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Home > Rockets > RENU

RENU: Rocket Experiment for Neutral Upwelling

Click here to view the most current updates.

Further information regarding the RENU mission, launch, and updates can be found below:

UNH RENU page

UNH graduate student Allison Jaynes' blog

Dr. Marc Lessard's blog: contains more introductory material

Photos/Updates/Blog from the rocket range

UNIS news article on RENU

Robyn Millan's blog from Antarctica

RENU article in "The Dartmouth"

RENU (Rocket Experiment for Neutral Upwelling) is a sounding rocket mission that will transit the cusp region during a neutral upwelling event. The launch window is 11/28/2010 to 12/12/2010, from 4 AM to 10 AM local time. For more information on the actual launch, please see the launch page.

Recent CHAMP satellite observations show evidence for atmospheric upwelling in the ionospheric cusp region (Luhr et al., 2004). These thermospheric density peaks are most prominent in the dayside cusp, typically last several hours, and exhibit a one-to-one correspondence with fine-scale field aligned currents. The proposed mechanism of Joule heating does not appear to be adequate to describe the small-scale structures. RENU will be equipped with a suite of instruments that will build on previous observations of this phenomenon, as well as acquire new types of data to provide a fresh perspective on this problem.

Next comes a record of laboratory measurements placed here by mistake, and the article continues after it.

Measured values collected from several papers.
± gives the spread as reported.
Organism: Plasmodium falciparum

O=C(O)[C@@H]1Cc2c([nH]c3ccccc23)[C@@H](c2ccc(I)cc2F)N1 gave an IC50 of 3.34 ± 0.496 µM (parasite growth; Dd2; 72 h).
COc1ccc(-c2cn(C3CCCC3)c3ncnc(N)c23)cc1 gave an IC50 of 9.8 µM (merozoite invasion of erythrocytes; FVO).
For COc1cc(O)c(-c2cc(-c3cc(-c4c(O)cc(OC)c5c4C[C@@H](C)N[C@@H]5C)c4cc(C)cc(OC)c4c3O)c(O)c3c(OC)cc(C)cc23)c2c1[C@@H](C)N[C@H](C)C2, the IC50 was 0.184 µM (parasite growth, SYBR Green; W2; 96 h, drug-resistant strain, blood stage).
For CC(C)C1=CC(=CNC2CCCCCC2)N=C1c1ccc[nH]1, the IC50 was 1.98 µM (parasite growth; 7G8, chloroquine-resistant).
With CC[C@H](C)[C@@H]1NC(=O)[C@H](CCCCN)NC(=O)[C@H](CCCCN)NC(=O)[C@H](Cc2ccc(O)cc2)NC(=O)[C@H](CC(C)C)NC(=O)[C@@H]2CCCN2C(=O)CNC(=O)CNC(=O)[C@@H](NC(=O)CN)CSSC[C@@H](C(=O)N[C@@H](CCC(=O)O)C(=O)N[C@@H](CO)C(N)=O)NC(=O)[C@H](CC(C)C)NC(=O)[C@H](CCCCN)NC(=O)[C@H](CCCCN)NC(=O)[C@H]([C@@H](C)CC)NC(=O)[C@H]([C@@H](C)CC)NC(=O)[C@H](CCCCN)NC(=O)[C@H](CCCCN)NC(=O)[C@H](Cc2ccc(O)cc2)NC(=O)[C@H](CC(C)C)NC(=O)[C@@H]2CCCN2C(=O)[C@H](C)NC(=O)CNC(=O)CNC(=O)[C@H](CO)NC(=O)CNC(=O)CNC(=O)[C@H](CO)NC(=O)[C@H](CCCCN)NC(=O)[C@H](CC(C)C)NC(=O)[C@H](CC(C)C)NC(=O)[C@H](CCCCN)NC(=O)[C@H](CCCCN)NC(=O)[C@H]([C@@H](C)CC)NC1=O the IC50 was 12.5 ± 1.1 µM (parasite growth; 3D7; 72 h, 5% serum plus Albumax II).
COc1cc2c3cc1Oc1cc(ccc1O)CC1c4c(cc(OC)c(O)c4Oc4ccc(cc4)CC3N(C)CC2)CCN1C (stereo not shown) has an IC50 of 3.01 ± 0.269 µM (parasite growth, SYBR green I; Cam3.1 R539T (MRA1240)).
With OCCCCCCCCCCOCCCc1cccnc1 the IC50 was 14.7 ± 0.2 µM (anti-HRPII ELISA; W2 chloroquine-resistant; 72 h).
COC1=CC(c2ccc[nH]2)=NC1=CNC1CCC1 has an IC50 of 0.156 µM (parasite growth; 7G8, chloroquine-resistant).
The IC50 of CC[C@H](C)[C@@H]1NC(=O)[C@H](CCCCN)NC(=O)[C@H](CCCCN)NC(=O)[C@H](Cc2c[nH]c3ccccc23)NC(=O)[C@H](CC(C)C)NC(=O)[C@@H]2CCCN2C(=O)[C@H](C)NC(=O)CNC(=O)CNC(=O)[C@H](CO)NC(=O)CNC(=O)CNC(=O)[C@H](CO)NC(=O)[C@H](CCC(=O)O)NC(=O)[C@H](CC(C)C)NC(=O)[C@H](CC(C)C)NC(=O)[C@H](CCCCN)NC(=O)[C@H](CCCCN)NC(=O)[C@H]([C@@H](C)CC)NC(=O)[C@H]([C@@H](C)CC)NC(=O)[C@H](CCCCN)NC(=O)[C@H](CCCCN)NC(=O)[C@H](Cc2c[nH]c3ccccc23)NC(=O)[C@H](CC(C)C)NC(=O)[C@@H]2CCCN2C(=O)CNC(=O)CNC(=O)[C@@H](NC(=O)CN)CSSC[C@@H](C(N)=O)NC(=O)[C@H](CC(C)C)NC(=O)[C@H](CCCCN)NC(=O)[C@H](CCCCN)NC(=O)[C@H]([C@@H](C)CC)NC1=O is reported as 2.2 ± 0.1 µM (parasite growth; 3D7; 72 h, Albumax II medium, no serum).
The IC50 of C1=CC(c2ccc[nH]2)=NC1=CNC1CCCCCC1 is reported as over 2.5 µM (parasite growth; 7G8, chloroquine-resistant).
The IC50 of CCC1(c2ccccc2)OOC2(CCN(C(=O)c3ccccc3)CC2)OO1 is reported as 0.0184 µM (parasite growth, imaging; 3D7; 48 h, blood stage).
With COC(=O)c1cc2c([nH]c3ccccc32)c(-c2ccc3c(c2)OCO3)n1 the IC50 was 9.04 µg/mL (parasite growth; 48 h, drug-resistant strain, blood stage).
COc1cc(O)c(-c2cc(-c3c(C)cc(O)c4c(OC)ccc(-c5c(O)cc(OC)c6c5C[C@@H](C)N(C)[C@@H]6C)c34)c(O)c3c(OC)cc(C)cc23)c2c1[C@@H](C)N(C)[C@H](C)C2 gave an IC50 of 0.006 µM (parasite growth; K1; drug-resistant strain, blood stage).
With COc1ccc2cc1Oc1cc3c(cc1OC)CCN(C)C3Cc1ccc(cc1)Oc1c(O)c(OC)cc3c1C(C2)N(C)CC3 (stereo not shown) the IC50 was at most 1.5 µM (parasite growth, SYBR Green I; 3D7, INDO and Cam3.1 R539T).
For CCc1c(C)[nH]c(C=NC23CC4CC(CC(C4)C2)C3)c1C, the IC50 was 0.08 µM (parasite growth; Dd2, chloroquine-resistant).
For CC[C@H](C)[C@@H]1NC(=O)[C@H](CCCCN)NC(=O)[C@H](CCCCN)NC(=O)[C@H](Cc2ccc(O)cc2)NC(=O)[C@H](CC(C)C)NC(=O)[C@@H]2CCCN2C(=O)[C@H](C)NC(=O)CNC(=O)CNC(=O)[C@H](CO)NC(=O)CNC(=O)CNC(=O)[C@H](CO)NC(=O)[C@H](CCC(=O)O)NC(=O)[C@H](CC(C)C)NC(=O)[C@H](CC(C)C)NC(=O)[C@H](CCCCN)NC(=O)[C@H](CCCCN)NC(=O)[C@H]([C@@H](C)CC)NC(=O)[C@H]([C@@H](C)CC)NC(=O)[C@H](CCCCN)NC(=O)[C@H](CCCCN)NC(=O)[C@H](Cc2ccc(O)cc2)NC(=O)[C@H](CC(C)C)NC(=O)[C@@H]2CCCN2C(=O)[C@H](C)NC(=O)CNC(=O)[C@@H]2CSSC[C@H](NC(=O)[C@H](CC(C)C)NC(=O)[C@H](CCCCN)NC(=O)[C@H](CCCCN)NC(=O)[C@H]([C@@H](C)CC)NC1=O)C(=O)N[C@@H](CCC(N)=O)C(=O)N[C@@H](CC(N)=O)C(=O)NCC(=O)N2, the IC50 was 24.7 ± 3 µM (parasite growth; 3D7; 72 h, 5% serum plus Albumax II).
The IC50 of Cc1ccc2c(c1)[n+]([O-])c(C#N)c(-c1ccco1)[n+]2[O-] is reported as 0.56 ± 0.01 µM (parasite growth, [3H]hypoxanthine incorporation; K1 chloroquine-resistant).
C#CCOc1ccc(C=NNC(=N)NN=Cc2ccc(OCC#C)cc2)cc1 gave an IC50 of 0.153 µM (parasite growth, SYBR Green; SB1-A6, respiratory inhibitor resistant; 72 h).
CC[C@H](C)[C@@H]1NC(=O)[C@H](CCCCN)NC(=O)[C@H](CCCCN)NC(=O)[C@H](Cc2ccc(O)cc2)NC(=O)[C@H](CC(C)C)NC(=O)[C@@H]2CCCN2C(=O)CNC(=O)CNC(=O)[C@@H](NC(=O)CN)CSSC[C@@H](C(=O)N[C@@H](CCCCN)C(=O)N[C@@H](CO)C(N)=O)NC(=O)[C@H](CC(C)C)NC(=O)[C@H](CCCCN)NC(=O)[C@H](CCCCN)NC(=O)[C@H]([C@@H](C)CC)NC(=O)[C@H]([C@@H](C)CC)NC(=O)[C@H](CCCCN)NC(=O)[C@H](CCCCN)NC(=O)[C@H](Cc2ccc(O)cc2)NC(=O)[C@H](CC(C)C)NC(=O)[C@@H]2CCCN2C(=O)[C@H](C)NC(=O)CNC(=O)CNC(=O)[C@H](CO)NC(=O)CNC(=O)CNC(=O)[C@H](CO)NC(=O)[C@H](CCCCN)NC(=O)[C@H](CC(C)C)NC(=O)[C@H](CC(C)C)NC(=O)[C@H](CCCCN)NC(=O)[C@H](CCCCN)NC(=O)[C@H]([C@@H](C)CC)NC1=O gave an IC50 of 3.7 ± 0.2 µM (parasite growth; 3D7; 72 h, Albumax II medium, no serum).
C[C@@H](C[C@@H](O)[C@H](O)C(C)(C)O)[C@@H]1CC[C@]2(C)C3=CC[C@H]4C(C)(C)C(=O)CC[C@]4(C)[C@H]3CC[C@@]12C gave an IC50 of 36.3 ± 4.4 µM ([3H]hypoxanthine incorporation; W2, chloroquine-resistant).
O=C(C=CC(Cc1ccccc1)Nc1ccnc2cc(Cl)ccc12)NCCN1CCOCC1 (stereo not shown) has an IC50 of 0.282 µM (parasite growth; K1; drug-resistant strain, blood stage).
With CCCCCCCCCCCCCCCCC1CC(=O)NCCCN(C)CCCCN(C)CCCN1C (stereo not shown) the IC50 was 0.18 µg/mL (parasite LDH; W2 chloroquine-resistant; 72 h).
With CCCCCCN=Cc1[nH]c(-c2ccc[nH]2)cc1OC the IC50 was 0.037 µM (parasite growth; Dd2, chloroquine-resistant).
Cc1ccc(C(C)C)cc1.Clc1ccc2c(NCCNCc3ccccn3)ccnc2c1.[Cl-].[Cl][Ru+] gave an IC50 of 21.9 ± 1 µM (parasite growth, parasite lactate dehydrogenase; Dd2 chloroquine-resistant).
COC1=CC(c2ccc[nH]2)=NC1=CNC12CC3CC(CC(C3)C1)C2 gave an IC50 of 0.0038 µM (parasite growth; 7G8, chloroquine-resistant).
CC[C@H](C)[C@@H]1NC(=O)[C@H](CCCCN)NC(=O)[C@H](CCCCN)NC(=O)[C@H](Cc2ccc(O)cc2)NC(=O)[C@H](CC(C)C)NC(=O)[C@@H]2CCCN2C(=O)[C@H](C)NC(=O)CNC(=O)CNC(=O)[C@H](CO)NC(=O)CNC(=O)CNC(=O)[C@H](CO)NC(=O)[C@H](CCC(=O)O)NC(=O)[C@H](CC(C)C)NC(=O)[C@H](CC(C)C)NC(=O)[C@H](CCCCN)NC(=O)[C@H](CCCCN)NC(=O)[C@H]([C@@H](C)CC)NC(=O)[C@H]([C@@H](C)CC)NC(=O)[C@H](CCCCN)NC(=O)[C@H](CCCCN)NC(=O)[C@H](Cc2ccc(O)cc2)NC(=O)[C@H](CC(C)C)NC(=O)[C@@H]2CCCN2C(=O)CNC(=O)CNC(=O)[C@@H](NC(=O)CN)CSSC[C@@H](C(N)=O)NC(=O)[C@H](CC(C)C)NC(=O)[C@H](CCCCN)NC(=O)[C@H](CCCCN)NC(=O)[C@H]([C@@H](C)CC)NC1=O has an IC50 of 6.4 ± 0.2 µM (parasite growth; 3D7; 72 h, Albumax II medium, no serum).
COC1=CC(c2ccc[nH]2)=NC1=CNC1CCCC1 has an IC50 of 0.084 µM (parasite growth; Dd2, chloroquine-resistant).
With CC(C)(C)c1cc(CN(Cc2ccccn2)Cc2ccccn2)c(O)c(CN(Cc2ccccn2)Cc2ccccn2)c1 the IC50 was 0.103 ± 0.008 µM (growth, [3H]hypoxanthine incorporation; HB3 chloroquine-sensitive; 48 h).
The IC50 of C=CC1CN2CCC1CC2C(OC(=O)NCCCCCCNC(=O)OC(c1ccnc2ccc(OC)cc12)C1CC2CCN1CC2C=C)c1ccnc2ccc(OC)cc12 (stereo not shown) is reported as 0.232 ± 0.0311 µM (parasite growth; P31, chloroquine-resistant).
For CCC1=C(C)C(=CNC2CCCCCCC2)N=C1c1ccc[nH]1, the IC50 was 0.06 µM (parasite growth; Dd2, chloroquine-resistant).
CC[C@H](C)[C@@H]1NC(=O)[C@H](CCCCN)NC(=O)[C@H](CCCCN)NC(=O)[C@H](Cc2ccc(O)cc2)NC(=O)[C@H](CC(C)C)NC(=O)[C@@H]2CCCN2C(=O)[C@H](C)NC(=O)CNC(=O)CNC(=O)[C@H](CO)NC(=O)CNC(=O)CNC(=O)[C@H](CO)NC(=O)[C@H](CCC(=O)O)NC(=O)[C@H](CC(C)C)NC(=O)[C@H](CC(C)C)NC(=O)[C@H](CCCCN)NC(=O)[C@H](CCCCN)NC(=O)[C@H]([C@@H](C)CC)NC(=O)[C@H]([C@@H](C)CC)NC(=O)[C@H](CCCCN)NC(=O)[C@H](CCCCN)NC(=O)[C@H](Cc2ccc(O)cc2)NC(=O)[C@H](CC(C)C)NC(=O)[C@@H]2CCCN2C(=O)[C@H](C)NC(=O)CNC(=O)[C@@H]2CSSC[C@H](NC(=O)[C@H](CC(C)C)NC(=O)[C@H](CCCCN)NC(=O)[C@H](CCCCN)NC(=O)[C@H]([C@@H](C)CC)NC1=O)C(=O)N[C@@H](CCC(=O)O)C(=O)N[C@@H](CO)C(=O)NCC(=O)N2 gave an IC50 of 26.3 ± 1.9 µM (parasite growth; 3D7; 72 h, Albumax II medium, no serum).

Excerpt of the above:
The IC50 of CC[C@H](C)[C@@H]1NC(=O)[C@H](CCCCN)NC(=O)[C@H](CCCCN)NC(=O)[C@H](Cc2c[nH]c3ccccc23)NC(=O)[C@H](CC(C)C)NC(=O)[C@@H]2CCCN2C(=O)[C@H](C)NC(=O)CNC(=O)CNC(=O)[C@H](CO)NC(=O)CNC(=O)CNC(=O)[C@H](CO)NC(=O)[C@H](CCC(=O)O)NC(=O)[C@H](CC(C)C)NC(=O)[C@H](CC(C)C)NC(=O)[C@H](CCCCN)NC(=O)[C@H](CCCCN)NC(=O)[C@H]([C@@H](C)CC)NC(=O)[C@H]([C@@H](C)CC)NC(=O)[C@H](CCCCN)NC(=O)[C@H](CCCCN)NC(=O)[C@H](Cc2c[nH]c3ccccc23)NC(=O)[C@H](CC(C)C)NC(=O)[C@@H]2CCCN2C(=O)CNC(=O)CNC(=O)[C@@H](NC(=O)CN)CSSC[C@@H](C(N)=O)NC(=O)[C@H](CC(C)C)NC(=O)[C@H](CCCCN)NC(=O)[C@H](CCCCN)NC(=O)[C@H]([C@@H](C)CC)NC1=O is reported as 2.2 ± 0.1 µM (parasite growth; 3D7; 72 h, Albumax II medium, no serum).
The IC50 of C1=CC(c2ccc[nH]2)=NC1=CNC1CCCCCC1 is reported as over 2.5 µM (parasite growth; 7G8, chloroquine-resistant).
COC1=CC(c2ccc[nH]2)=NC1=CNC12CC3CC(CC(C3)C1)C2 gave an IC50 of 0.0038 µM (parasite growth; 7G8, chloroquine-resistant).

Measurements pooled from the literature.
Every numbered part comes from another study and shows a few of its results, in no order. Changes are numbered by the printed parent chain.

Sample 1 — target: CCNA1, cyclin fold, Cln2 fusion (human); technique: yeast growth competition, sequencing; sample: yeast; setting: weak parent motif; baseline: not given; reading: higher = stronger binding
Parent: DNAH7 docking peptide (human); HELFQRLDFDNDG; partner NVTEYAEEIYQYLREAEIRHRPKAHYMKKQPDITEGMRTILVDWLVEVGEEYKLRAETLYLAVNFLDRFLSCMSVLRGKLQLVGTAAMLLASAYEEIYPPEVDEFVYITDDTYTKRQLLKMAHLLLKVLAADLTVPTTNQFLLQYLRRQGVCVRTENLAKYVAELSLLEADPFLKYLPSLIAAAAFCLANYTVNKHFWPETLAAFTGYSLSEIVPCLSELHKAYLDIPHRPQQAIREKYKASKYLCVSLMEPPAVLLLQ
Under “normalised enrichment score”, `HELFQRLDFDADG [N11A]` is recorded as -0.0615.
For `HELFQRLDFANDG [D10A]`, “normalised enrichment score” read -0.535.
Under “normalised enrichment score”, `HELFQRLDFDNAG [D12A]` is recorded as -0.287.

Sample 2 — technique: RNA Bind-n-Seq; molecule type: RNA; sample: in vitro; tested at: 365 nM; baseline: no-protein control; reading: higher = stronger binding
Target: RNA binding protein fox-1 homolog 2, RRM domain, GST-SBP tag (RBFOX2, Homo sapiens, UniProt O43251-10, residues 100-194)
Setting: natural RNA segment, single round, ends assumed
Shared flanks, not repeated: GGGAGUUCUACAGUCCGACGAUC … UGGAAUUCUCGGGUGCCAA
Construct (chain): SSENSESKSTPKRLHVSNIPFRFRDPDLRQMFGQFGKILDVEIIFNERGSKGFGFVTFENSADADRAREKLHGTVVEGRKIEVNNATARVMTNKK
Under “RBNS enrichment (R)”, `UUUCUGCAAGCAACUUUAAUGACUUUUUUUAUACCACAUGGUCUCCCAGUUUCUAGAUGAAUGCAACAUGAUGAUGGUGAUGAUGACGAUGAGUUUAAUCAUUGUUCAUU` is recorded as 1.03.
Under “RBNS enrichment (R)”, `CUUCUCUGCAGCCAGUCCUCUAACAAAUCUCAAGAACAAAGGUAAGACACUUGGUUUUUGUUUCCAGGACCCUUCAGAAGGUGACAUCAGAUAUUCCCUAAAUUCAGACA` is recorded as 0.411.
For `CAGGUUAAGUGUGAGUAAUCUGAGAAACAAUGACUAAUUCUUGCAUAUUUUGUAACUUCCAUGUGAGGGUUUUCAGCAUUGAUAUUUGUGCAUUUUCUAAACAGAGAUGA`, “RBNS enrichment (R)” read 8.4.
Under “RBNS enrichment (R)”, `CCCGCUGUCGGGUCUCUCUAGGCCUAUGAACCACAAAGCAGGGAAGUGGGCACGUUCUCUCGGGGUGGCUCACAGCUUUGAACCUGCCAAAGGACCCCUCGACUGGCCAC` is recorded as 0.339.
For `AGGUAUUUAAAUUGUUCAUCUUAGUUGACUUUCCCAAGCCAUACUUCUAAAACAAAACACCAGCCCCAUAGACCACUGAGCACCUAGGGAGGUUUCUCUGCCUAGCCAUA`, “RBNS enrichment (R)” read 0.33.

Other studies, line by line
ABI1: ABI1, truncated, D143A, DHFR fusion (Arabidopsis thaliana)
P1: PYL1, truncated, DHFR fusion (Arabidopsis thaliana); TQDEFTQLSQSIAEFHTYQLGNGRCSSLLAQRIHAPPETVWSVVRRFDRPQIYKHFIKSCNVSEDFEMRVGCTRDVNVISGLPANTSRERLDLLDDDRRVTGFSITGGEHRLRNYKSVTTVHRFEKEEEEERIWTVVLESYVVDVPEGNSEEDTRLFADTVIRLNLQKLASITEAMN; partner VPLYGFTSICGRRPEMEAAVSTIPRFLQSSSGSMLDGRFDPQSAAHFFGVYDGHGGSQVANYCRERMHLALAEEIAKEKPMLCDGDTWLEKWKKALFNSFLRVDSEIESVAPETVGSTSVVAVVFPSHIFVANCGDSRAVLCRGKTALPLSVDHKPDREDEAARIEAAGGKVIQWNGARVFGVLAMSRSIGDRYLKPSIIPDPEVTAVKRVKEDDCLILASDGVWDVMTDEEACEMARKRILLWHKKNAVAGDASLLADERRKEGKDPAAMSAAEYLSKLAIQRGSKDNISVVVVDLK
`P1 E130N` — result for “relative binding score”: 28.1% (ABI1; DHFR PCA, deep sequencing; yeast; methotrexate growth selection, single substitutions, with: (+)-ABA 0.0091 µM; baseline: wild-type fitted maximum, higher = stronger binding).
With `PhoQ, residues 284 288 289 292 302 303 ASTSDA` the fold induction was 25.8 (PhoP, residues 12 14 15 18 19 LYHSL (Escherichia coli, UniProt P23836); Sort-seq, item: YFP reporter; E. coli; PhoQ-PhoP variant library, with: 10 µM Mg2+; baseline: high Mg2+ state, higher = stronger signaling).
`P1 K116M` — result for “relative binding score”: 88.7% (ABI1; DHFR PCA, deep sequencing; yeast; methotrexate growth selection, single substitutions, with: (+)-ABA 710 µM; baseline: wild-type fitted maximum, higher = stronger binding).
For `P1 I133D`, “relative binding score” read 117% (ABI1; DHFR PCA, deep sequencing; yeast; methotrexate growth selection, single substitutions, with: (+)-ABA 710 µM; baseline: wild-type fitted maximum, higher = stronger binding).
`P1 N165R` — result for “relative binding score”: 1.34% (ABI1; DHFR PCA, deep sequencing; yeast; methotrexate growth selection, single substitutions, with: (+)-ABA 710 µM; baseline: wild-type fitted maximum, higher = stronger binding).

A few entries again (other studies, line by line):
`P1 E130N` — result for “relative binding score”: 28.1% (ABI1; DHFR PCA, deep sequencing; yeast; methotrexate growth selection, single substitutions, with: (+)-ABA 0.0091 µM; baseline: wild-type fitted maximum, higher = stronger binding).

Specific objectives of the RENU mission are:

A) To measure neutral gas, ion and electron temperature enhancements, which will provide an initial assessment of the upwelling process.

B) To measure large- and small-scale Joule heating in the cusp during the RENU overflight. Large- scale data will be acquired by EISCAT; small-scale data (perhaps associated with Alfven waves) will be acquired using onboard electric field measurements.

C) To measure the precipitating electron energy input.

D) To use measured quantities as inputs to thermodynamic and electrodynamic models for comparison to the observed upwelling.

Dr. Marc Lessard of the University of New Hampshire is the principal investigator. Dartmouth College will provide top-hat particle detectors for measurements of ion and electron quantities crucial to satisfying the science goals. These measurements include ion temperatures, which will provide an initial assessment of the upwelling process, and precipitating electron energy input, which both theory and observations suggest may contribute to neutral upwelling. More information regarding the suite of instruments can be found on the instrumentation page.

Luhr, H., M. Rother, W. Kohler, P. Ritter, and L. Grunwalkdt (2004), Thermospheric up-welling in the cusp region: Evidence from CHAMP observations, Geophys. Res. Lett., 31, L06805, doi:10.1029/2003GL019314.